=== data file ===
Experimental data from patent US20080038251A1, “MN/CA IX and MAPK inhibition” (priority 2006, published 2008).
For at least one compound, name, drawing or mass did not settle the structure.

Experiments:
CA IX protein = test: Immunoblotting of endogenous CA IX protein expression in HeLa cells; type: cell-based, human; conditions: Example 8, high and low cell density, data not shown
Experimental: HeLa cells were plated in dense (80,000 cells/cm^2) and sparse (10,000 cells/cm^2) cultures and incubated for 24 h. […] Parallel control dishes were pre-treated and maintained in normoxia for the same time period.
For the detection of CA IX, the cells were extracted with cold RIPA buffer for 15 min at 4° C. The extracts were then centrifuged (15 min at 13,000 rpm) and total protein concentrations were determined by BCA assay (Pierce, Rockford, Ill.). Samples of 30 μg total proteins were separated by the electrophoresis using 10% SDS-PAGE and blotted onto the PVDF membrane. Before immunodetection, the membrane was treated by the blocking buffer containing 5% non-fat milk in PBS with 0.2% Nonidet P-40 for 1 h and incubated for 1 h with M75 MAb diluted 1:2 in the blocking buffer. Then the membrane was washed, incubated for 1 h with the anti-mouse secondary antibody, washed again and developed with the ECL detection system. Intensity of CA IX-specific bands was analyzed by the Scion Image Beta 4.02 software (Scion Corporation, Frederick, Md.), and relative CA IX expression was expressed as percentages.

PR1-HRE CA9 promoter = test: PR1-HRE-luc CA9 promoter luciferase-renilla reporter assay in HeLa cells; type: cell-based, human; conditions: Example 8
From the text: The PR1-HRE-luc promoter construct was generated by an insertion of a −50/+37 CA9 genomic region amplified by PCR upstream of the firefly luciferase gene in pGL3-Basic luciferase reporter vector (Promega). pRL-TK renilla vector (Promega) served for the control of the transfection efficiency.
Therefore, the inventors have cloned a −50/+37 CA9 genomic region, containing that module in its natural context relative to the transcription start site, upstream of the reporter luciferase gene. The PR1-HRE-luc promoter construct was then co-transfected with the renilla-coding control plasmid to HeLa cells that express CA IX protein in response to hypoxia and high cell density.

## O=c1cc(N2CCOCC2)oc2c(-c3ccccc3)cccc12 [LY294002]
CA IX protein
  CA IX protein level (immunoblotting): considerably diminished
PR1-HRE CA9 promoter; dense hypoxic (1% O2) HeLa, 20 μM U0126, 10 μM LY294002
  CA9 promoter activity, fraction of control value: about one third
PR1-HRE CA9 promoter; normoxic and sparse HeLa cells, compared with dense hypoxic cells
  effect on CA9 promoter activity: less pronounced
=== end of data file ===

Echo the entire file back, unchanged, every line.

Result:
Experimental data from patent US20080038251A1, “MN/CA IX and MAPK inhibition” (priority 2006, published 2008).
For at least one compound, name, drawing or mass did not settle the structure.

Experiments:
CA IX protein = test: Immunoblotting of endogenous CA IX protein expression in HeLa cells; type: cell-based, human; conditions: Example 8, high and low cell density, data not shown
Experimental: HeLa cells were plated in dense (80,000 cells/cm^2) and sparse (10,000 cells/cm^2) cultures and incubated for 24 h. […] Parallel control dishes were pre-treated and maintained in normoxia for the same time period.
For the detection of CA IX, the cells were extracted with cold RIPA buffer for 15 min at 4° C. The extracts were then centrifuged (15 min at 13,000 rpm) and total protein concentrations were determined by BCA assay (Pierce, Rockford, Ill.). Samples of 30 μg total proteins were separated by the electrophoresis using 10% SDS-PAGE and blotted onto the PVDF membrane. Before immunodetection, the membrane was treated by the blocking buffer containing 5% non-fat milk in PBS with 0.2% Nonidet P-40 for 1 h and incubated for 1 h with M75 MAb diluted 1:2 in the blocking buffer. Then the membrane was washed, incubated for 1 h with the anti-mouse secondary antibody, washed again and developed with the ECL detection system. Intensity of CA IX-specific bands was analyzed by the Scion Image Beta 4.02 software (Scion Corporation, Frederick, Md.), and relative CA IX expression was expressed as percentages.

PR1-HRE CA9 promoter = test: PR1-HRE-luc CA9 promoter luciferase-renilla reporter assay in HeLa cells; type: cell-based, human; conditions: Example 8
From the text: The PR1-HRE-luc promoter construct was generated by an insertion of a −50/+37 CA9 genomic region amplified by PCR upstream of the firefly luciferase gene in pGL3-Basic luciferase reporter vector (Promega). pRL-TK renilla vector (Promega) served for the control of the transfection efficiency.
Therefore, the inventors have cloned a −50/+37 CA9 genomic region, containing that module in its natural context relative to the transcription start site, upstream of the reporter luciferase gene. The PR1-HRE-luc promoter construct was then co-transfected with the renilla-coding control plasmid to HeLa cells that express CA IX protein in response to hypoxia and high cell density.

## O=c1cc(N2CCOCC2)oc2c(-c3ccccc3)cccc12 [LY294002]
CA IX protein
  CA IX protein level (immunoblotting): considerably diminished
PR1-HRE CA9 promoter; dense hypoxic (1% O2) HeLa, 20 μM U0126, 10 μM LY294002
  CA9 promoter activity, fraction of control value: about one third
PR1-HRE CA9 promoter; normoxic and sparse HeLa cells, compared with dense hypoxic cells
  effect on CA9 promoter activity: less pronounced